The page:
I've never really worried about how to call something. I use the word Parkour but it's just for the purpose of conversation. But if we can't even figure out the precise definition of a simple random object such as a chair or a car, then i think we can forget about defining Parkour ! This is because words will never grasp the pure essence of the very things they define. So Parkour, Freerunning, Art du Deplacement etc... these 3 things are different to eachother but the name you give them is irrelevant. Gandhi said : "In reality, there's as many religions as there are individuals" and in the same way, there's as many Parkours as there are traceurs, not two people in the world practice exactly the same thing. Names are only symbolic.
As long as people express themselves in what they do and find peace in it, that's all that matters.

What do you think about body and mind balance?
I think that both work in conjunction with eachother, but i would still give priority to the mind. The reason is simple, the state of the body fluctuates over time, one can be physicaly strong now and weak in one month or less, performance is a very temporary feat, but a strong mind lives on, even in a weakened body. What we learn through experience (and i make a distinction here with knowledge, which is merely the memorisation of information), we keep to the end and perhaps even after, and it affects us in a much deeper and durable way than what is only physical.
Over the years, i've come to focus more and more on the mind, adapting my training to it's development. For example, i try not to keep for later a jump i feel i can do now, because most of the time, keeping for later means waiting for the jump to be easier, and the easier it gets, the less the mind is solicited. This also explains why i never train in gyms : having obstacles that adapt to you only offers training for your body, not your mind, which is close to pointless in my opinion.

How is Thomas (appart from parkour what do you do, hobbies, what do you like doing, etc)?
He says he's fine haha ! I do a lot of travels at the moment (and as i speak, i am in the middle of one). I still love Parkour very much and i train it very often, but i think i've learned what it had to teach me spiritually. I've grown so much thanks to it and i am completely transformed compared to when i started, so now i broaden my horizons, i search for the next step in my growth, and i think i've found it in travels. I also try to share what i've learned with others who may find my experience of use, and i think i'll be doing this more and more in the future, i realise more and more the importance of sharing and giving.
On another level, i've also found a big interest in magic with coins and i spend many hours training it. It feels funny to start from zero again in a new discipline, but it allows me to measure the tremendous effects Parkour has had on me. I was saying earlier that what the mind has learned, it keeps, and this is a perfect example of it. I don't feel overwhelmed by the enormous difficulty of learning coin magic, instead i take it slowly and patiently, through trial and error until i manage to do things properly. It takes a very long time to learn but i know i'll get there in the end if i don't give up, smooth sailing on a big ocean i suppose...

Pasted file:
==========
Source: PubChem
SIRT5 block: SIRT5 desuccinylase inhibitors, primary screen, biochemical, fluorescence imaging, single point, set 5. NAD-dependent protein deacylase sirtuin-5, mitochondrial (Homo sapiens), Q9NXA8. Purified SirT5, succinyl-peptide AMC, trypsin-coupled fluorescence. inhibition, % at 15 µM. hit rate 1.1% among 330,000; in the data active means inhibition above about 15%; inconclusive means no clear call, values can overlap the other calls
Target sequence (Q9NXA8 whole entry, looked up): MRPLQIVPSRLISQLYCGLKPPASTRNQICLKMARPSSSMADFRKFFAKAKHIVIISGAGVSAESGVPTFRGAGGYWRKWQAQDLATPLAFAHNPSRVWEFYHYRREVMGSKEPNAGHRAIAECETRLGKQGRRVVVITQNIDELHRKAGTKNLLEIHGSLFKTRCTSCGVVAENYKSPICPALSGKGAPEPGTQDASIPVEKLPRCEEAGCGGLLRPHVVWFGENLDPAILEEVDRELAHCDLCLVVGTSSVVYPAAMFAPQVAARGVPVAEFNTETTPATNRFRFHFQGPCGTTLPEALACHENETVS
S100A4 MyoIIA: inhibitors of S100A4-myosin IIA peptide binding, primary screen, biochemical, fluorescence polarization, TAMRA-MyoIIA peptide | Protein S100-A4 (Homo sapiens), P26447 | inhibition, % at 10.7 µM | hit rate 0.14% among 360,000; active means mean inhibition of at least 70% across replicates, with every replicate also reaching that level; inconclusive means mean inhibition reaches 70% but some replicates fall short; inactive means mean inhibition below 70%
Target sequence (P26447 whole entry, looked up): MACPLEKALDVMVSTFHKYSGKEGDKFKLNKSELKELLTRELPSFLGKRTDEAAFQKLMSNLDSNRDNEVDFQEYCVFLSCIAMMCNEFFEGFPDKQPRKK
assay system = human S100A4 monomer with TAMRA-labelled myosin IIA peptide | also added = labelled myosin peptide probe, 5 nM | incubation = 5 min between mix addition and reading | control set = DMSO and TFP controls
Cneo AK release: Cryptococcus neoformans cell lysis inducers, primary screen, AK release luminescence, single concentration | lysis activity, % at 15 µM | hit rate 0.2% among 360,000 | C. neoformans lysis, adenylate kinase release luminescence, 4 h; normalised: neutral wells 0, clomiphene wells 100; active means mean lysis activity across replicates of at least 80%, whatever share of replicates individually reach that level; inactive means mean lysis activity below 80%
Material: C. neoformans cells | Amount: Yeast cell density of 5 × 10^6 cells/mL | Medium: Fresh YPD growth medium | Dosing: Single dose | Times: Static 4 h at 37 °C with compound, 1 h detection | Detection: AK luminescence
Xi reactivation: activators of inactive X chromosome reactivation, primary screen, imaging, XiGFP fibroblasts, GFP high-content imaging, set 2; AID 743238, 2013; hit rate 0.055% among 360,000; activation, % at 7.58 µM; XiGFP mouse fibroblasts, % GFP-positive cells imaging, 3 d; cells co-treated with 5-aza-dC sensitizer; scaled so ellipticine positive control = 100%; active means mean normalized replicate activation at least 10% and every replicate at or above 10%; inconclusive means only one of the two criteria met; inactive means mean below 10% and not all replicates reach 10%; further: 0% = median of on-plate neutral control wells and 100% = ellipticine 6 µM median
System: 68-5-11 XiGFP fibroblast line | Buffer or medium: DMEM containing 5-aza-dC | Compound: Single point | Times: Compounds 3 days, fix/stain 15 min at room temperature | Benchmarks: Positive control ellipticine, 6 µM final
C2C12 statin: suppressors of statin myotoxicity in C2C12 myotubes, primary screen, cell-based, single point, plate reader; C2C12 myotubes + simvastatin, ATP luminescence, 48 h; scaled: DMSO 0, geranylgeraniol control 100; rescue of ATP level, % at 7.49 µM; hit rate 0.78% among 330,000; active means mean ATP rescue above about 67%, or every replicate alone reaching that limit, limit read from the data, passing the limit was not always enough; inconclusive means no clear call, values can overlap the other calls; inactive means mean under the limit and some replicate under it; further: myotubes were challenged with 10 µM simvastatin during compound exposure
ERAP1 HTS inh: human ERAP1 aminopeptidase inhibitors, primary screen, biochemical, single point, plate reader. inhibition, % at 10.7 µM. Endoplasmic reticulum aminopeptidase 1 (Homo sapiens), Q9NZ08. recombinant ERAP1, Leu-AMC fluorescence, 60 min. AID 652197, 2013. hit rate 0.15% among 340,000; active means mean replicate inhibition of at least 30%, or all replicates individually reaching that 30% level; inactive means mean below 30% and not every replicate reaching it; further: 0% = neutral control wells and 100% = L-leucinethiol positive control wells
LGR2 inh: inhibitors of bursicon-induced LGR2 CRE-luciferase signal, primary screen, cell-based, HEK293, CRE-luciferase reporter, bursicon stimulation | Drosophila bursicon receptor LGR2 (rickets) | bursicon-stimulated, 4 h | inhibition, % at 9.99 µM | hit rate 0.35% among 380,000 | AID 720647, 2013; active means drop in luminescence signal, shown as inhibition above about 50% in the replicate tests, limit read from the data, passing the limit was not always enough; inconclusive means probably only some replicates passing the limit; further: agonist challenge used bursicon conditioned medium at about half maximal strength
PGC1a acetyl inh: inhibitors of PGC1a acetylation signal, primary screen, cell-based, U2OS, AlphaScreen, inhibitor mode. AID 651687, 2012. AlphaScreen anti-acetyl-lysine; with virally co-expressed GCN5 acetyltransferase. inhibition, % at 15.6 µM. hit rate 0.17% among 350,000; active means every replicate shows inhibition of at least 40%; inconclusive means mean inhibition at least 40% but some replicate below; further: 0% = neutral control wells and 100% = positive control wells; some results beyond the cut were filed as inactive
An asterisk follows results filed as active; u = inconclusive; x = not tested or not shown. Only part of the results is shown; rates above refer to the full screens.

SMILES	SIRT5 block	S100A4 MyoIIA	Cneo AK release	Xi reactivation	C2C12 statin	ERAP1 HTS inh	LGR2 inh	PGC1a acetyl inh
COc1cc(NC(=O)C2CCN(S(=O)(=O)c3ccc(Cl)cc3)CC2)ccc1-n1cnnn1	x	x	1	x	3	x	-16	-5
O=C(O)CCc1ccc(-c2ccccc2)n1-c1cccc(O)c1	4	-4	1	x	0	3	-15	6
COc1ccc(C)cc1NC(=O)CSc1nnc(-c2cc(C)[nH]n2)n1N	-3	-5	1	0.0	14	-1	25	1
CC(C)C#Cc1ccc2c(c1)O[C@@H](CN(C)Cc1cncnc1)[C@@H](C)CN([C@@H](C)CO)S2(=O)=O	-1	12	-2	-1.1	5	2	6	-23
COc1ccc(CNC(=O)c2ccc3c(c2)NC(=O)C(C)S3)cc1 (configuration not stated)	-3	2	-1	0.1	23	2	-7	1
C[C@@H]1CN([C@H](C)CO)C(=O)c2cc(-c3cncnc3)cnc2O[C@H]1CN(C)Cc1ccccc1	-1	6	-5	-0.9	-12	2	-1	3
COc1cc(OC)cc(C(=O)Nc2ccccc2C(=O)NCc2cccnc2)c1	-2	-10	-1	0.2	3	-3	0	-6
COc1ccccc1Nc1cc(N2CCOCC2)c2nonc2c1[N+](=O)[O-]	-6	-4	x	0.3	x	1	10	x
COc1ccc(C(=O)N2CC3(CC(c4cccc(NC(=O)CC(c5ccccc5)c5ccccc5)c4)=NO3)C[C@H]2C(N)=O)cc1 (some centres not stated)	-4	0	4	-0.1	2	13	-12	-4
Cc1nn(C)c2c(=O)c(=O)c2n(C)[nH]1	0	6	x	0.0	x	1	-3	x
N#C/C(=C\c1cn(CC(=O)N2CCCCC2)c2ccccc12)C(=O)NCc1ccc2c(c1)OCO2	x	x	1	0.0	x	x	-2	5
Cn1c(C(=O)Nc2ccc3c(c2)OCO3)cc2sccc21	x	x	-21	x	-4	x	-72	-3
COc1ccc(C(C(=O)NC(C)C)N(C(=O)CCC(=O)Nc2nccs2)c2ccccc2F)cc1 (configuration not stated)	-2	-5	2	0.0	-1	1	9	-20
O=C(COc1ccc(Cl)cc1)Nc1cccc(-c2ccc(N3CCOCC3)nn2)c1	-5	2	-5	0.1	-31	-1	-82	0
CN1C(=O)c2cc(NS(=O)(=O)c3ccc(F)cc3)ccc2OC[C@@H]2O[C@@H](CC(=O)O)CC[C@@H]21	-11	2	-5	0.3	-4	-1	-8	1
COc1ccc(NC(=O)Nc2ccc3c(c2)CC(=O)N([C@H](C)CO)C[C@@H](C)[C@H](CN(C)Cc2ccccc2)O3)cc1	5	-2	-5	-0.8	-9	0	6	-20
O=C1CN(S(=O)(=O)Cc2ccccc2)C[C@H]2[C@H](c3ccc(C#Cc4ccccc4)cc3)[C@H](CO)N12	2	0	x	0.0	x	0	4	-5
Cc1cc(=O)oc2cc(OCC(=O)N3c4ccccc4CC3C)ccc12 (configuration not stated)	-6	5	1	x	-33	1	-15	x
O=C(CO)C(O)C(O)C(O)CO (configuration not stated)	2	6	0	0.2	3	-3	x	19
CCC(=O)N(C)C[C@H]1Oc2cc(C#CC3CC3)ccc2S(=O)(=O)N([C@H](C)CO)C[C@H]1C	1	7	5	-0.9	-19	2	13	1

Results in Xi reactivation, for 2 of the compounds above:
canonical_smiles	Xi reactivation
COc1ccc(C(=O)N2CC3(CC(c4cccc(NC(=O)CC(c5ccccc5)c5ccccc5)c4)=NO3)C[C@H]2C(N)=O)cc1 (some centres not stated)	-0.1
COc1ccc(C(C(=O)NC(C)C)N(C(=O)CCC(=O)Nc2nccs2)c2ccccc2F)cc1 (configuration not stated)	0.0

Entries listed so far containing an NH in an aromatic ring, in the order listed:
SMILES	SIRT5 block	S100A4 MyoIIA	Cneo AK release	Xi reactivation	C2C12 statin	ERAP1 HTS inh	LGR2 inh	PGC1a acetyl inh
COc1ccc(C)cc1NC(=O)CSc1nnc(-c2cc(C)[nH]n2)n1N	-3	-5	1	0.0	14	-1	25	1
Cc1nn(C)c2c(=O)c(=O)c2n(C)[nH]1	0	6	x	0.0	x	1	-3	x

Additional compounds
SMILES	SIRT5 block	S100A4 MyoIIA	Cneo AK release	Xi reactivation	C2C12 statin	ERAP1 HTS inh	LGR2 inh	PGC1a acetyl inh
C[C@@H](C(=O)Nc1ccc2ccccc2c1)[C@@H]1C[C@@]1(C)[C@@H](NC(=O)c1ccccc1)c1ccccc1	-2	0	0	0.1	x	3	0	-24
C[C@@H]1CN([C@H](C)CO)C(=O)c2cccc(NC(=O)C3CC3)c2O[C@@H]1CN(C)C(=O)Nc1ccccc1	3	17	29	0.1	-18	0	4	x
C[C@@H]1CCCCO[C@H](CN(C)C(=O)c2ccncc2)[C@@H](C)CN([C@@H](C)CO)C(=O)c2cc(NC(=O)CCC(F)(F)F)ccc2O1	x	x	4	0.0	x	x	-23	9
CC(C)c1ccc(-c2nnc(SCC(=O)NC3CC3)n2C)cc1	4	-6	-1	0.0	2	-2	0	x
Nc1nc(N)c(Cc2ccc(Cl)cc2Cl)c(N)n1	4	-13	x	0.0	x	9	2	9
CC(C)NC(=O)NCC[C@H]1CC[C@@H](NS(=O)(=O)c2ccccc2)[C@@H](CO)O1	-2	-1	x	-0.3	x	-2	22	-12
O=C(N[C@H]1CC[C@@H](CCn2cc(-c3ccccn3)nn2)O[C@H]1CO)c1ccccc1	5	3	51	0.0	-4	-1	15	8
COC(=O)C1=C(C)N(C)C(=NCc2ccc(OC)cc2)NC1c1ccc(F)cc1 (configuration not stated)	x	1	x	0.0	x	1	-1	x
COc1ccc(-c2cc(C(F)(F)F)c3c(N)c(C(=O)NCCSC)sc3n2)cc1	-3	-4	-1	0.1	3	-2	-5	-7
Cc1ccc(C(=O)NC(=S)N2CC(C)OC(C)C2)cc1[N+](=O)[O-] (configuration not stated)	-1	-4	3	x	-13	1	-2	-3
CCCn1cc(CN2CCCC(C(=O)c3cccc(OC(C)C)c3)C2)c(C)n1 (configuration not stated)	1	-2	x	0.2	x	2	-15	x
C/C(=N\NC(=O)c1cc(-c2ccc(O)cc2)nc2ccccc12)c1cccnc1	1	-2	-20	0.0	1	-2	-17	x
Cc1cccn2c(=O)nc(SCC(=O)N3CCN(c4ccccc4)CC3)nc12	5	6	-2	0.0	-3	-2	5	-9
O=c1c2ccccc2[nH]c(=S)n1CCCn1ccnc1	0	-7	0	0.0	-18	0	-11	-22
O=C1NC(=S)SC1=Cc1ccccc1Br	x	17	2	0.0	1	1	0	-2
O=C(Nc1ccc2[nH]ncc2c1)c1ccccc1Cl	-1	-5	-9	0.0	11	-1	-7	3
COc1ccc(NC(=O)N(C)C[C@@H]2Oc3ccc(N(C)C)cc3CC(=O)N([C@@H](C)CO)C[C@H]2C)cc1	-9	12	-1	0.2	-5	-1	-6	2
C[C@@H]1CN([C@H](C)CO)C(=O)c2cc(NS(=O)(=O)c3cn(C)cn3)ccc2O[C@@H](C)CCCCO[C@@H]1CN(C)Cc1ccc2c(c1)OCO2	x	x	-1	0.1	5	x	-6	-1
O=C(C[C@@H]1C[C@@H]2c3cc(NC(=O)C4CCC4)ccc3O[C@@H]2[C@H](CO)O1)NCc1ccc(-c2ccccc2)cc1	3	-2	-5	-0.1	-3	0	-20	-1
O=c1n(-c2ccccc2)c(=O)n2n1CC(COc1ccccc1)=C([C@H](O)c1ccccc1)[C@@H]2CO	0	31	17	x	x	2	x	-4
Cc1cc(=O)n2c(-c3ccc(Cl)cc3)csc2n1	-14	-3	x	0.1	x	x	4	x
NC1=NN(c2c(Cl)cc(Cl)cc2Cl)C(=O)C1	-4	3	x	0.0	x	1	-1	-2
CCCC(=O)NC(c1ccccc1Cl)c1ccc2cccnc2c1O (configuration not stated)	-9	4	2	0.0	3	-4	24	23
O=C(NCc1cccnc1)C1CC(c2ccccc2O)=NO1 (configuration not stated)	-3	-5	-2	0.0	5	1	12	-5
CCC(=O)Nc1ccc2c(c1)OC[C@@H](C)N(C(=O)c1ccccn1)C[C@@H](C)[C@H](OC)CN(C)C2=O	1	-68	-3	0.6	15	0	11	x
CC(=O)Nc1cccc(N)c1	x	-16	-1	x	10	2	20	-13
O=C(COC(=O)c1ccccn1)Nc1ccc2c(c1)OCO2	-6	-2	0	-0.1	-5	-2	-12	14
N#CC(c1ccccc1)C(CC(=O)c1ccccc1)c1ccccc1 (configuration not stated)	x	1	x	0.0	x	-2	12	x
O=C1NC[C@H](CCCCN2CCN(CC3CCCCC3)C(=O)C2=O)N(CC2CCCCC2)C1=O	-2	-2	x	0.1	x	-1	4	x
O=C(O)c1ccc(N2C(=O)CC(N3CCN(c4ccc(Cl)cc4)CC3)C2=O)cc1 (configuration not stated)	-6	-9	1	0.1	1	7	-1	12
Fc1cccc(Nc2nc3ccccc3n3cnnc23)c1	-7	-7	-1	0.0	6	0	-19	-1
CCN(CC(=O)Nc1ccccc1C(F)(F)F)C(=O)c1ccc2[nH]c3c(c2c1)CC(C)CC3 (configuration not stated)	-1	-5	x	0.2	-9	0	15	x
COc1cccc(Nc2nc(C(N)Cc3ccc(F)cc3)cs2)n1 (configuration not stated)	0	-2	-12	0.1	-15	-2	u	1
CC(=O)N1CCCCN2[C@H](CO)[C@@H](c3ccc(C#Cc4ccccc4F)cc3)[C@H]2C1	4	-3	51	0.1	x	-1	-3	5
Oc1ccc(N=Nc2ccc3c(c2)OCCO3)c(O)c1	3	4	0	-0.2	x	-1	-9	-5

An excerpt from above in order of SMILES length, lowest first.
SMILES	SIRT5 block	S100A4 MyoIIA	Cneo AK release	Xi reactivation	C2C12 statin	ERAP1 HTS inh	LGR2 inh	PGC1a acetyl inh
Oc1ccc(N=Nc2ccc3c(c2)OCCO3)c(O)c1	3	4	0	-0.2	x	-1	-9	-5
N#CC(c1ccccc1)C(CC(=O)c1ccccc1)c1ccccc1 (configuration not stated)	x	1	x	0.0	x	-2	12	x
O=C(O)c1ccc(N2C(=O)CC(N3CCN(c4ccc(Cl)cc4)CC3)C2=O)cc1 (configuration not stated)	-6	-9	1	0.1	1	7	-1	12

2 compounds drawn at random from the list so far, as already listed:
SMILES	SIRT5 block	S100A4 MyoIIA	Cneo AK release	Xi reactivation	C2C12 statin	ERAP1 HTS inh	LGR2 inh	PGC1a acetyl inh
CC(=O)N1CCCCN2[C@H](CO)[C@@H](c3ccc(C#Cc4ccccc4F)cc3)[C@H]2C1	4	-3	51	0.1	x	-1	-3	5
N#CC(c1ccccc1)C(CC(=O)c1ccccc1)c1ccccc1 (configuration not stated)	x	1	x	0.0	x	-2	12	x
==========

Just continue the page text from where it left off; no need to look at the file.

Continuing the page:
Do you have any specific training routine?
No, i don't believe in routines though i did spend my first training years doing some. There's something reassuring about routines, because you can visualise precisely what you're doing and in which amounts, and everyone enjoys that kind of classification, it's very "academic", the brain likes it, but the human body is not meant to follow a schedule.
So instead i try to ask myself what my body and mind want to do and i go for it. I also often change my plans during the training itself, i really stay away from strict training programmes, it's much better in terms of motivation.
I do have a few exercises that i like to do every now and then, but that's about it, the rest is all spontaneous.

Anything, comments, ideas or advice you would like to share.
Nothing really, i just want to say thank you to you (Ixek) and your group for giving me this opportunity to express my vision of Parkour. Good luck to you and all the traceurs in Mexico !


Anonymous said...

very interesting interview, thanks

mrKaizen said...

I agree, very interesting, especially the mind balance answer.
Tks for posting the interview ;)

Dragan said...

You mentioned that you are in the middle of a trip.
I expect more news about that. Your previous trip through Asia was great.

Mat said...

what are the few exercises you like to do every now and then? :D

Thomas said...

A lot of muscle ups mainly, and a few other arm exercises...
I also do a lot of repetitions of jumps for the legs.